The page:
Now in its Fifth Printing
"Cozzens offers a magisterial examination of the Valley Campaign....He brings scrupulous research and a keen analytic eye....The result is a vigorous account that captures both Union and Confederate perspectives and brings much-needed modern interpretation to one of the war's most stories campaigns." -- Civil War Times Illustrated
"Shenandoah 1862 is a magnificent, well-documented study of one of the most important campaigns of the Civil War." -- The Washington Times
"Sure to become the standard work on the campaign, this book is strongly recommended for all collections." -- Library Journal
"Cozzens is a master of Civil War military history. He deploys a large body of unfamiliar primary material in this detailed analysis of a campaign less one-sided than the accepted view that it represented Union blundering and the triumph of Confederate planning and execution, signaling the emergence of one of history's great generals, Stonewall Jackson." -- Publishers Weekly
"Peter Cozzens has again produced a definitive account of a major Civil War campaign. As he did in his splendid chronicles of Stones River, Chickamauga, and Chattanaooga, he has now written the most comprehensive study yet of Stonewall Jackson's operations in the fabled Shenandoah Valley....Thanks to excellent use of soldiers' accounts, battle descriptions are so vivid that one feels present on the battlefield. These alone make the book a delightful read." -- Newsletter of the Society of Civil War Historians
"Cozzens not only augments this dearth in the literature on the campaign, he also corrects many of the historiography's shortcomings by presenting the first balanced analysis from both the Union and Confederate perspectives. A welcome, much-needed addition to Civil War campaign studies. -- Choice
A Choice Outstanding Academic Book for 2009
"Thought provoking...Civil War buffs will gobble this hefty volume and historians will dive in to agree and or disagree with Cozzens' cogent analysis....It doesn't get much better than Peter Cozzens with his trademark combination of solid research swept along by 'you were there' immediacy." -- [Knoxville] Tennessee Advocate
"As campaign literature this book stands outs as a superlative narrative. The prose is scintillating, [and] the characters and their environment vidily portrayed. Shenandoah 1862 will and should stand as the definitive work of the campaign."
-- Gary Ecelbarger, author of Three Days in the Shenandoah: Stonewall Jackson at Front Royal and Winchester
"The research is exhaustive, much of it in sources never before tapped. The writing is, as always with Cozzens, very fine indeed. And the story he has to tell, of course, is simply one of the best of the Civil War." -- William C. Davis, History Book Club Review
"Drawing from an impressive array of both Union and Confederate primary sources, Peter Cozzens has produced the most comprehensive and balanced study of the 1862 Shenandoah Valley Campaign to date. A fascinating, in-depth work of scholarship--and a great read!" -- Kent Masterson Brown, author of Retreat from Gettysburg: Lee, Logistics, and the Pennsylvania Campaign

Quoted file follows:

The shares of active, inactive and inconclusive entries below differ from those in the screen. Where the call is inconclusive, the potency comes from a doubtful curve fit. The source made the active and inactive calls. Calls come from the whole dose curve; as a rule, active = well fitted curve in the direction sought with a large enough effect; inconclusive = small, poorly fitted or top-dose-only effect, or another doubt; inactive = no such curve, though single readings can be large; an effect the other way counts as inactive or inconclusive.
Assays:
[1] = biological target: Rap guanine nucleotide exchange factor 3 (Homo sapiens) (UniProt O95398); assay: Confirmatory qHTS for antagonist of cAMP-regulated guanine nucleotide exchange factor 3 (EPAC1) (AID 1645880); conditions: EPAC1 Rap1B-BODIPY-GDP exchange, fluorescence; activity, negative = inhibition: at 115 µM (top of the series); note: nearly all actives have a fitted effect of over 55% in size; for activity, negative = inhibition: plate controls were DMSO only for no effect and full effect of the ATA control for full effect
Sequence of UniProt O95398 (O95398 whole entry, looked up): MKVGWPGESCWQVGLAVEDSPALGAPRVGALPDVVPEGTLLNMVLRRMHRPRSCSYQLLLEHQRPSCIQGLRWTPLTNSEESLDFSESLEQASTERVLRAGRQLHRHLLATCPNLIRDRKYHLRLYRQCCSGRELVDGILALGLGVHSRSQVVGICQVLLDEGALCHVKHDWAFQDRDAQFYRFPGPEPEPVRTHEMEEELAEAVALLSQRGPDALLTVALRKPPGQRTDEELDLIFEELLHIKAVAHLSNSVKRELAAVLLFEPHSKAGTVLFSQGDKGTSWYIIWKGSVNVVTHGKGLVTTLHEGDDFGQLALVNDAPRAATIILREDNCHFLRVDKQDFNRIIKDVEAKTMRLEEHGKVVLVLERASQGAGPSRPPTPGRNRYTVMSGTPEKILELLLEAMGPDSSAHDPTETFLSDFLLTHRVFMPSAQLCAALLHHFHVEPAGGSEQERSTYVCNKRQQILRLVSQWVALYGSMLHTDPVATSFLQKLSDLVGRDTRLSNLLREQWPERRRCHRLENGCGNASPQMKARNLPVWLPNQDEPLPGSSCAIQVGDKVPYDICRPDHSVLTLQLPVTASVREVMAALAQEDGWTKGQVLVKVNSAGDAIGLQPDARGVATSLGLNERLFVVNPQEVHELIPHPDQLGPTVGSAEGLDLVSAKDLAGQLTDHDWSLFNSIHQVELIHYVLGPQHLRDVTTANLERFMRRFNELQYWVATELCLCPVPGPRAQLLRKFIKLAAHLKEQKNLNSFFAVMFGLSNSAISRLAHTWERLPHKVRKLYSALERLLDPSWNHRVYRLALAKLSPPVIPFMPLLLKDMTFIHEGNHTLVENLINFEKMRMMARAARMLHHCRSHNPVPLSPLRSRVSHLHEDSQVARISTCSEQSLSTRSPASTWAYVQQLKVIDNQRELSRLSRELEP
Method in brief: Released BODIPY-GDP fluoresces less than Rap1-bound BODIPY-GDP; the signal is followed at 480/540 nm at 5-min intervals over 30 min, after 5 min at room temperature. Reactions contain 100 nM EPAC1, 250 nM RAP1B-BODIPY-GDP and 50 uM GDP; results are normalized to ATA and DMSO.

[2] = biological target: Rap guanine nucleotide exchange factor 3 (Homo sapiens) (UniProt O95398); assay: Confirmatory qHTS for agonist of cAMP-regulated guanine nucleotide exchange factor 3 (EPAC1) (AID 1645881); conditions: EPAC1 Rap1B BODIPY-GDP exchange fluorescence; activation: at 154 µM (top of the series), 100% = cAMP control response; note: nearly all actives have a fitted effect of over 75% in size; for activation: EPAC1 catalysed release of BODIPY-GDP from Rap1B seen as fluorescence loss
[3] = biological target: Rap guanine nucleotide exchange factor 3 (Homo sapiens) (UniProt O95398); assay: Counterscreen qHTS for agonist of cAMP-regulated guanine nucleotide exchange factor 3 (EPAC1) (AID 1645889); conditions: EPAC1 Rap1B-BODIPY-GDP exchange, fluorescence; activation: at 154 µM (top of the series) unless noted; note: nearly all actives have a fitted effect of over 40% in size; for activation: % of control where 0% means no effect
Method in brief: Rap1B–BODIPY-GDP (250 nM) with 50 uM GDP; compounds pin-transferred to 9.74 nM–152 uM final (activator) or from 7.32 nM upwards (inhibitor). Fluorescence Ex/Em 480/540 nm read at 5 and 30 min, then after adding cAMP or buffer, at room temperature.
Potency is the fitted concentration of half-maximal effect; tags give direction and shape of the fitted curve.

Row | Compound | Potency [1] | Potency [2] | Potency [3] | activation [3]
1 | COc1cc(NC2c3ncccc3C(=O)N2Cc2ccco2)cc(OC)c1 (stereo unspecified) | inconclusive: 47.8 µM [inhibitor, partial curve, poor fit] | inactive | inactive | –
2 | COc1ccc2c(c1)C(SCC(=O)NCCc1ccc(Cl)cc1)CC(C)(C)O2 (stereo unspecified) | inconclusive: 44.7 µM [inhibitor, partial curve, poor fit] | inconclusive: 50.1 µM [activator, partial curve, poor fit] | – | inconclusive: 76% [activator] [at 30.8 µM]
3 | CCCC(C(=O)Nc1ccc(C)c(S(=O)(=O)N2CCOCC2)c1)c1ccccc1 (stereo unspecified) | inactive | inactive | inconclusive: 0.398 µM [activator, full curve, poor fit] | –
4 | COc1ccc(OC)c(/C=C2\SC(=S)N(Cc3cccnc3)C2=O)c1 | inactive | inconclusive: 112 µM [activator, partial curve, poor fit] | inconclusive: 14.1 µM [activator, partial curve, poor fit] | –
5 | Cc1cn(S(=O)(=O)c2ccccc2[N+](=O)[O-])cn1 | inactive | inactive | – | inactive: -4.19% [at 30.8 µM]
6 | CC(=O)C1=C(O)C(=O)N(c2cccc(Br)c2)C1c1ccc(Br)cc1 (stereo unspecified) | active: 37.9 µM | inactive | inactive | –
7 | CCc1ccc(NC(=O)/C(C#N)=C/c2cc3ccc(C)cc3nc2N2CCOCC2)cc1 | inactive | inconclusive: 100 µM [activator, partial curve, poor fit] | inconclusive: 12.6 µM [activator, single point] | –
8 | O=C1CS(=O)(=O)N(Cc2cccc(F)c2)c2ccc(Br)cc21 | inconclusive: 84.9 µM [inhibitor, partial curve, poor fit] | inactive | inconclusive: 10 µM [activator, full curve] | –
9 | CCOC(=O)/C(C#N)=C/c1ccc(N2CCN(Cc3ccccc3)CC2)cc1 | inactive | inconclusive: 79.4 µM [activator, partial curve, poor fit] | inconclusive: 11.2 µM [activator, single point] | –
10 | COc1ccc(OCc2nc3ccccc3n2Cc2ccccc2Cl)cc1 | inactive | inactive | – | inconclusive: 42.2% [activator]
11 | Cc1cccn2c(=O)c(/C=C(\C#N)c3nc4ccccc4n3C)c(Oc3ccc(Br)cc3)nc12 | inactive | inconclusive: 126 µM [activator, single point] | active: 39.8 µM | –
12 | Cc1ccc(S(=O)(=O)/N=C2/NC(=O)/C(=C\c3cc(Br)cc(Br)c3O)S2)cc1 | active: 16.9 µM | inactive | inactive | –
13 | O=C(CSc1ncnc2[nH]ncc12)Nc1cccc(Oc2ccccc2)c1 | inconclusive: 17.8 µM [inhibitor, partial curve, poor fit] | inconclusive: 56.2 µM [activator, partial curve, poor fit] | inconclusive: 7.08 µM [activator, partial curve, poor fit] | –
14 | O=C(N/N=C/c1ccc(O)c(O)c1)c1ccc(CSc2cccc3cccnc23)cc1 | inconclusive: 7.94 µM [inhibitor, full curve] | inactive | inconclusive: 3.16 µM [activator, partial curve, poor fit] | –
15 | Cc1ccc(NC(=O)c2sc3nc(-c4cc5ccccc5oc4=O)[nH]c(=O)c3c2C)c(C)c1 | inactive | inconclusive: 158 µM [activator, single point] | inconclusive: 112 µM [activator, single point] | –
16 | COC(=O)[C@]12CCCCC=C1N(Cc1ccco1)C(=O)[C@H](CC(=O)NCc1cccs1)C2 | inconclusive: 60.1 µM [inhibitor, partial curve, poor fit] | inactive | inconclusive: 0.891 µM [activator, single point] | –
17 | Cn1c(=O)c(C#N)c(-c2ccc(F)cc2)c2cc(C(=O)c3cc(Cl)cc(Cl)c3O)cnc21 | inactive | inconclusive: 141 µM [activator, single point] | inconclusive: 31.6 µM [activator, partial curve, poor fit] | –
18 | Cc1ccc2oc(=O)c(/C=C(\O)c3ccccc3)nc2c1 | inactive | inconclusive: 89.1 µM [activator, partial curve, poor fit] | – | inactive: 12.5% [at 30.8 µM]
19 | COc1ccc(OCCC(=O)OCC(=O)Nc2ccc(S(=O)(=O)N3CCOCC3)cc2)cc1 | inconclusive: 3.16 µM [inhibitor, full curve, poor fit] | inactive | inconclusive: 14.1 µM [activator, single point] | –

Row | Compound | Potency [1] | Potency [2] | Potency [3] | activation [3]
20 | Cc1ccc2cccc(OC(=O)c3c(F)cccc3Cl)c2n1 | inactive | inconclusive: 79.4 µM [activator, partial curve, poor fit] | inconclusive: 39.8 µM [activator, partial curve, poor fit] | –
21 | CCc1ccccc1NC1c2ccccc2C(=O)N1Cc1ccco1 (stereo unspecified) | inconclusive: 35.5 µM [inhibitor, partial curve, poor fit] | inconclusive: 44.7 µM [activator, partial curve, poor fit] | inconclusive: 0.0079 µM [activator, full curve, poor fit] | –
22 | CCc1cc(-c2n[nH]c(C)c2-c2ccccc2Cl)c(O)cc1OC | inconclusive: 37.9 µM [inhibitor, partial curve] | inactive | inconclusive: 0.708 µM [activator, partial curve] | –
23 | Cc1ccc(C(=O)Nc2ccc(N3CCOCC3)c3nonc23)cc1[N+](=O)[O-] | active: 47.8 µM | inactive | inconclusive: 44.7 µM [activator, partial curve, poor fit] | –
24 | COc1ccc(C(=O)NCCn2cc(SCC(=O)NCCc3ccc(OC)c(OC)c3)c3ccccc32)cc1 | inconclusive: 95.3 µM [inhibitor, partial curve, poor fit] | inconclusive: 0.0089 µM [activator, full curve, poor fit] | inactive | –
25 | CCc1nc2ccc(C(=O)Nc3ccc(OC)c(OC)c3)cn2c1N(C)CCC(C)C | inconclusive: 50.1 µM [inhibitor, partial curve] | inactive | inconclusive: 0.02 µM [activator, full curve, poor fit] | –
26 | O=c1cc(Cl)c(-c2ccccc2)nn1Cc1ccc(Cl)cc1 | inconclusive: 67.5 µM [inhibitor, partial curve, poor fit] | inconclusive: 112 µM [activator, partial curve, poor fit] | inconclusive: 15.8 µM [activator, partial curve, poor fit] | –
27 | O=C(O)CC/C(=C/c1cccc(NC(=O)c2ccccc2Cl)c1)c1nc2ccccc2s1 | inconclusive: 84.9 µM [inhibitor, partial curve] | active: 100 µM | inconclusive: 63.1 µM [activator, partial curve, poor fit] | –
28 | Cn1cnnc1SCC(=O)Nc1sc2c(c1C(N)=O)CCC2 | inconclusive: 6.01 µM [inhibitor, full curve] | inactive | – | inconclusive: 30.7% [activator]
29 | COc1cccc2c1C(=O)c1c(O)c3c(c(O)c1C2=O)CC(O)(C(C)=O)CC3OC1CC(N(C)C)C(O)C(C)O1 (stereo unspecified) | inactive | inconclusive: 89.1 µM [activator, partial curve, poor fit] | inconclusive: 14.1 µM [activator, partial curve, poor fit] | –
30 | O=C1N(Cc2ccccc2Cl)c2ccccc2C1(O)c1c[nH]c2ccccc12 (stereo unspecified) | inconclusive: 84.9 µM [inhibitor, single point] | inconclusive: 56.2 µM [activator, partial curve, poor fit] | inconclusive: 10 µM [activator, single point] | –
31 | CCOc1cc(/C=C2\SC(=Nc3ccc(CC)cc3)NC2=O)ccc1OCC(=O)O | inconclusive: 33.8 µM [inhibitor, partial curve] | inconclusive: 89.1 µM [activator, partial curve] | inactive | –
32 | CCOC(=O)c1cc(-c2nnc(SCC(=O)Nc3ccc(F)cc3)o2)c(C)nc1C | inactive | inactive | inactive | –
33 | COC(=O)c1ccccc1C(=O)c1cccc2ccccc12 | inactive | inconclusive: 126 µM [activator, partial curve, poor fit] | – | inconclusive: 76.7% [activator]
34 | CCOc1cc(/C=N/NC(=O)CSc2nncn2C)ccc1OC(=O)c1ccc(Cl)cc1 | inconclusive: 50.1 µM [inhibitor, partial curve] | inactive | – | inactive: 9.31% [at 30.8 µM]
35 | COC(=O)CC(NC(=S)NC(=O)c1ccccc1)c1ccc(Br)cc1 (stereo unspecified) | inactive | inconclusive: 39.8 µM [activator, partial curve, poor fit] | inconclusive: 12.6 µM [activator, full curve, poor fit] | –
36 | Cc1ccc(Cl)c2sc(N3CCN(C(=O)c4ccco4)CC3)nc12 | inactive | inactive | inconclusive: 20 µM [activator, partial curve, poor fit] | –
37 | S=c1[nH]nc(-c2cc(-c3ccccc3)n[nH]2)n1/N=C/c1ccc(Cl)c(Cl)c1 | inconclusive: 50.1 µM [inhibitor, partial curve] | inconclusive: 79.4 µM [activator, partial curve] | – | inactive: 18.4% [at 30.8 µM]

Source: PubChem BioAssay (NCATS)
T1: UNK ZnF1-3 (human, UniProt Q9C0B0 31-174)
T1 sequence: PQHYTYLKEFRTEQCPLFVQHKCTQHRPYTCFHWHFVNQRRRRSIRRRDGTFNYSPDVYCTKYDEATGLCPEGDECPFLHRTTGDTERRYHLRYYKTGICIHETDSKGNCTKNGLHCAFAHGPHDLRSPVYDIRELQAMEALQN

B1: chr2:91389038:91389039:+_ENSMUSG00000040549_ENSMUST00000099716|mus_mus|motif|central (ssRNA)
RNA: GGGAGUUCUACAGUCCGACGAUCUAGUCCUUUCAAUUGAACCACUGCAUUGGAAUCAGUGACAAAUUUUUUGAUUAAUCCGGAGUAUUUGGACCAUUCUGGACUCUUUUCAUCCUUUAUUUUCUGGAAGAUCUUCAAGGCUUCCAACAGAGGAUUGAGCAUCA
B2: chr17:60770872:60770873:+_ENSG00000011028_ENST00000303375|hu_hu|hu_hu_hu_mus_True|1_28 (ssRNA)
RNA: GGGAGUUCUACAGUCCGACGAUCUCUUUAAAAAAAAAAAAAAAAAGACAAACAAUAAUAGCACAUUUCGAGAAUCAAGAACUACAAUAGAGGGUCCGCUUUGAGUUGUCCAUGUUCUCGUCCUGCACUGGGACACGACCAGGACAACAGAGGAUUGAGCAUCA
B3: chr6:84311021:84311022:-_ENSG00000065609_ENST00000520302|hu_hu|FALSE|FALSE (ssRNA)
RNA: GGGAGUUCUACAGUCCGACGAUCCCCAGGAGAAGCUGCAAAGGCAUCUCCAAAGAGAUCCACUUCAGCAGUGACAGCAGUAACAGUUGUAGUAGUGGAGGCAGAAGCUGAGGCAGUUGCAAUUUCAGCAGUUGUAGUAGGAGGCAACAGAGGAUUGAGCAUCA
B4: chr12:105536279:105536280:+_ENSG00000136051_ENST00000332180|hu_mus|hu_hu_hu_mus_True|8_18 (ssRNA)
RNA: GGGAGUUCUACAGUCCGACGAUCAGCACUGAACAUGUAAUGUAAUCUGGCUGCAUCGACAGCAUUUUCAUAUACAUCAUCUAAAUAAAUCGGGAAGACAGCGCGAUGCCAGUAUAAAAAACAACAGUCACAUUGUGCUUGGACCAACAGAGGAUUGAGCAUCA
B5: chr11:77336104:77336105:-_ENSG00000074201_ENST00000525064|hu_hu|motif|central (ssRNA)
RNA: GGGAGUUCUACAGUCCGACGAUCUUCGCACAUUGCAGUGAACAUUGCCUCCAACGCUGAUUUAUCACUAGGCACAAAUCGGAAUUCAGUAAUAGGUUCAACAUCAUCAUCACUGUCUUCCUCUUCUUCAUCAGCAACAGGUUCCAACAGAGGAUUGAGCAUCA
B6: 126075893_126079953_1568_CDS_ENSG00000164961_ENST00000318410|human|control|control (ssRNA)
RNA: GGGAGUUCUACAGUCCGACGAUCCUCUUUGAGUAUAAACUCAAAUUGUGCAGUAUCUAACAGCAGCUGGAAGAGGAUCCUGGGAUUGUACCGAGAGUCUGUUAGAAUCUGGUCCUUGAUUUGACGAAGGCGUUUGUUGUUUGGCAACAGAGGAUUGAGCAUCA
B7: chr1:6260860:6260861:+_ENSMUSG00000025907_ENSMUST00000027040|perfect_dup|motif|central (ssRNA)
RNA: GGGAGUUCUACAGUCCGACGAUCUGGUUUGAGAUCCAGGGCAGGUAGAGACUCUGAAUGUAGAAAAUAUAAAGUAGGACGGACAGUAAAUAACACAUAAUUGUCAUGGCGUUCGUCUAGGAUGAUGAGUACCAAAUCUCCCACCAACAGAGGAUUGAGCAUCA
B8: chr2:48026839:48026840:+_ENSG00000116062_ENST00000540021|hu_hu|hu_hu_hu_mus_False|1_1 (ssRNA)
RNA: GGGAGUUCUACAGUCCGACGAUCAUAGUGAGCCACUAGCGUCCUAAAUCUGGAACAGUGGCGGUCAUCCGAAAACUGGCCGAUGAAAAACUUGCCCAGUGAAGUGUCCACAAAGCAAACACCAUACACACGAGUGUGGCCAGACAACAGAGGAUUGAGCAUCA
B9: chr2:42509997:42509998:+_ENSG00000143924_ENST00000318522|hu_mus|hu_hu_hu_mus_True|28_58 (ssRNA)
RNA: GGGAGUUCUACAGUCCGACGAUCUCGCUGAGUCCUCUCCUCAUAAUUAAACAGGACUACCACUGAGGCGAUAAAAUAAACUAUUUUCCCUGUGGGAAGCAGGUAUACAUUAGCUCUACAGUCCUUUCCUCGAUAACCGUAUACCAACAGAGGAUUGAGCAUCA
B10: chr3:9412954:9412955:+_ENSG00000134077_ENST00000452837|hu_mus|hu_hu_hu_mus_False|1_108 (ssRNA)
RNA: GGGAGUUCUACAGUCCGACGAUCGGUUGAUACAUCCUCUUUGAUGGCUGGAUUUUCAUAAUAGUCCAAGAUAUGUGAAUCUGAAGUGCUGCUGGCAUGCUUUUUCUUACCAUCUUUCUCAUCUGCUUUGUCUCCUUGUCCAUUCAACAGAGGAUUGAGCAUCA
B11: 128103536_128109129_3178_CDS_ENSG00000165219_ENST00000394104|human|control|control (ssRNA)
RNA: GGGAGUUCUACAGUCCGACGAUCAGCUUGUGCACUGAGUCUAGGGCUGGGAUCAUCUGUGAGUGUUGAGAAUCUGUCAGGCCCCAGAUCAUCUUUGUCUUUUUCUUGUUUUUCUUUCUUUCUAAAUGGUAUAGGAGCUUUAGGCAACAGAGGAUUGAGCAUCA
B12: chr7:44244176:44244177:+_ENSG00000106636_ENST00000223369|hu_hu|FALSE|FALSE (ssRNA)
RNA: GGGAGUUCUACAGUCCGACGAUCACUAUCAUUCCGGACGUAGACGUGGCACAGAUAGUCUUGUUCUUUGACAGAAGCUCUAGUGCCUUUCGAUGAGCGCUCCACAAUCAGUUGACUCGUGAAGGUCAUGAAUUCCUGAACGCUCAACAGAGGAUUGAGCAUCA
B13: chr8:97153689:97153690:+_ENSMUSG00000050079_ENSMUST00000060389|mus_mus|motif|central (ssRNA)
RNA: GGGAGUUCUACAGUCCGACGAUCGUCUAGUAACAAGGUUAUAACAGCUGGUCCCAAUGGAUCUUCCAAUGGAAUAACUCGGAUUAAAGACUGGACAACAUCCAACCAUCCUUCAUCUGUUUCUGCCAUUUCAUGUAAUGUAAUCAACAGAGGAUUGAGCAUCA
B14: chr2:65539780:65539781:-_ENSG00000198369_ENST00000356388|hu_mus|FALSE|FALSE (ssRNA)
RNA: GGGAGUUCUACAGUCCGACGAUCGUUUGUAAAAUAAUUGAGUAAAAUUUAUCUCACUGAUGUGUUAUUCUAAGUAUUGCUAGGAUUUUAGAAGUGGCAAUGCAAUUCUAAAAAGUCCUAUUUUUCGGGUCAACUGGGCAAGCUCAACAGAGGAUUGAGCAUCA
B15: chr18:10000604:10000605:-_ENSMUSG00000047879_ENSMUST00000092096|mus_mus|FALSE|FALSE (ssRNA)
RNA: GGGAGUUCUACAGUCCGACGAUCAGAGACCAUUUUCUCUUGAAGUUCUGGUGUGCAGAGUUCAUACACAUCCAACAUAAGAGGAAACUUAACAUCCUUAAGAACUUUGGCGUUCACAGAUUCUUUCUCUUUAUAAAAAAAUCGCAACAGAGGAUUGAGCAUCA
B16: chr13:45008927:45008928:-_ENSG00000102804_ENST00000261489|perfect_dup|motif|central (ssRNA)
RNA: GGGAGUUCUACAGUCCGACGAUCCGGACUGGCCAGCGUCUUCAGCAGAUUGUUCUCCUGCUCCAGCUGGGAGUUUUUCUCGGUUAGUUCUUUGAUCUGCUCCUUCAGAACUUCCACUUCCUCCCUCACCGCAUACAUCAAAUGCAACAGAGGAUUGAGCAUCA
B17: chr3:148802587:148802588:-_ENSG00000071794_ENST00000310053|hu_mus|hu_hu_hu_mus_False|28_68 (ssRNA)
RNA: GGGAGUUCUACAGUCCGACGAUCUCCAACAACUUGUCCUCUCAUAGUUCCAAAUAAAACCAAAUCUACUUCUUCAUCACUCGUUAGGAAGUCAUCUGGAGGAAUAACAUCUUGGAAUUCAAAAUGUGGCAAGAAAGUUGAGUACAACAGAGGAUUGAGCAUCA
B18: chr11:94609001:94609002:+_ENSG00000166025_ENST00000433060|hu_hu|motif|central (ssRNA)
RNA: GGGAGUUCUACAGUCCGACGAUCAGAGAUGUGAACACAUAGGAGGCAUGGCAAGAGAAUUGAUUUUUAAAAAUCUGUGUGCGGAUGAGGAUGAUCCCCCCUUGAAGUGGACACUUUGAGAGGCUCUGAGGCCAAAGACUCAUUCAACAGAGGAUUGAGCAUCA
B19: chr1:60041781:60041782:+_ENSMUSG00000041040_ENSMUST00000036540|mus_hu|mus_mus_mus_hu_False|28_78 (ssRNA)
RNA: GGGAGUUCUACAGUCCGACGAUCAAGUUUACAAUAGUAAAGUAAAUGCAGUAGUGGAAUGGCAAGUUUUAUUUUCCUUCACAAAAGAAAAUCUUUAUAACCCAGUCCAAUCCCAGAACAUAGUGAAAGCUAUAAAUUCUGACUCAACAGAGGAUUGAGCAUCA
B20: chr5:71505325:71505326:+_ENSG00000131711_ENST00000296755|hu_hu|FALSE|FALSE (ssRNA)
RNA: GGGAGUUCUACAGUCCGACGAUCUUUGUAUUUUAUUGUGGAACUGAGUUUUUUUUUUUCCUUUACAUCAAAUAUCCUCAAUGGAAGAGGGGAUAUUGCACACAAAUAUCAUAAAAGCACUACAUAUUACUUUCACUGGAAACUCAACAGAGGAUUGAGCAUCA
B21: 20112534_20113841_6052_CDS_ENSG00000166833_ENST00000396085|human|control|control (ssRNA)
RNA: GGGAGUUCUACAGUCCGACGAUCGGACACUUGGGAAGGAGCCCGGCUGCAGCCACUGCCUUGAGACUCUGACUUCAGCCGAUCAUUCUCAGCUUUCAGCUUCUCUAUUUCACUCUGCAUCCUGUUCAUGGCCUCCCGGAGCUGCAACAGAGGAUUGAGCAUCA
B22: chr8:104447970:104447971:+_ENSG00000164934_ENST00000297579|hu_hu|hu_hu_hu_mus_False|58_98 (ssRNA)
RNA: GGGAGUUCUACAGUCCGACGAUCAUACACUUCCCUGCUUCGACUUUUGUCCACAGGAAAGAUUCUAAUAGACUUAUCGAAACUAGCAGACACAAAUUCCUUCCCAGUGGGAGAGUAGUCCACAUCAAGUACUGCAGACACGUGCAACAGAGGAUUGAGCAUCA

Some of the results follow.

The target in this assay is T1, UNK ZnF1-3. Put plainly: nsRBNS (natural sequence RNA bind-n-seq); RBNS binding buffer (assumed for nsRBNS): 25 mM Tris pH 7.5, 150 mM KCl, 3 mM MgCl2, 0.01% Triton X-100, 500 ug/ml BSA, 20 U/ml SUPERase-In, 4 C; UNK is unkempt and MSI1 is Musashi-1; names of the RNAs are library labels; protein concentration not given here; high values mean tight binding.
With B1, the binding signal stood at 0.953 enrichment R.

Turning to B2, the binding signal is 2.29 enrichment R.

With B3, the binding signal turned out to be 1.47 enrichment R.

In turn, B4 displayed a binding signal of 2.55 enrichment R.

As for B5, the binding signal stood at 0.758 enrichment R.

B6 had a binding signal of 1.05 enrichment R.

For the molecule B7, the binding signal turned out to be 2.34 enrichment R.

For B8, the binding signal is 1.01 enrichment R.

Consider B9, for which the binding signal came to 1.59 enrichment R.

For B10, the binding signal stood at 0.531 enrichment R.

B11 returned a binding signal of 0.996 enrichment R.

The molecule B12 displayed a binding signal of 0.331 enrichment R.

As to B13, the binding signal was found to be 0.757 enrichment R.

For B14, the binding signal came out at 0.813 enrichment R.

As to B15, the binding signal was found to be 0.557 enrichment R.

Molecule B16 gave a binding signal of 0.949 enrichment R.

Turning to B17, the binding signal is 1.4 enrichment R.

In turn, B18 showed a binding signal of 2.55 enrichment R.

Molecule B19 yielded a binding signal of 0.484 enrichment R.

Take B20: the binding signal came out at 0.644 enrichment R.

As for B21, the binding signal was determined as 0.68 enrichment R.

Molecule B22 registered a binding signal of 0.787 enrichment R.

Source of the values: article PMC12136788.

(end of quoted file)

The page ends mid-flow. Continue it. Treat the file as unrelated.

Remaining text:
"In this well-researched study...Cozzens has produced the most detailed account we are likely to see on the Shenandoah Valley Campaign." -- James I. Robertson, Jr., author of Stonewall Jackson: The Man, The Soldier, The Legend
"Cozzens uncovered a gratifying body of new primary source material and provides a fresh narrative of a major Civil War campaign." -- Robert K. Krick, author of Stonewall Jackson at Cedar Mountain
From the publisher:
In the spring of 1862, Federal troops under the command of General George B. McClellan launched what was to be a coordinated, two-pronged attack on Richmond in the hope of taking the Confederate capital and bringing a quick end to the Civil War. The Confederate high command tasked Stonewall Jackson with diverting critical Union resources from this drive, a mission Jackson fulfilled by repeatedly defeating much larger enemy forces. His victories elevated him to near iconic status in both the North and the South and signaled a long war ahead. One of the most intriguing and storied episodes of the Civil War, the Valley Campaign has heretofore only been related from the Confederate point of view. With Shenandoah 1862, Peter Cozzens dramatically and conclusively corrects this shortcoming, giving equal attention to both Union and Confederate perspectives.
Based on a multitude of primary sources, Cozzens's groundbreaking work offers new interpretations of the campaign and the reasons for Jackson's success. Cozzens also demonstrates instances in which the mythology that has come to shroud the campaign has masked errors on Jackson's part. In addition, Shenandoah 1862 provides the first detailed appraisal of Union leadership in the Valley Campaign, with some surprising conclusions.
Moving seamlessly between tactical details and analysis of strategic significance, Cozzens presents the first balanced, comprehensive account of a campaign that has long been romanticized but never fully understood.
Shenandoah 1862: Stonewall Jackson's Valley Campaign (Chapel Hill: University of North Carolina Press, 2008). 621 pages. 13 illustrations. 13 maps.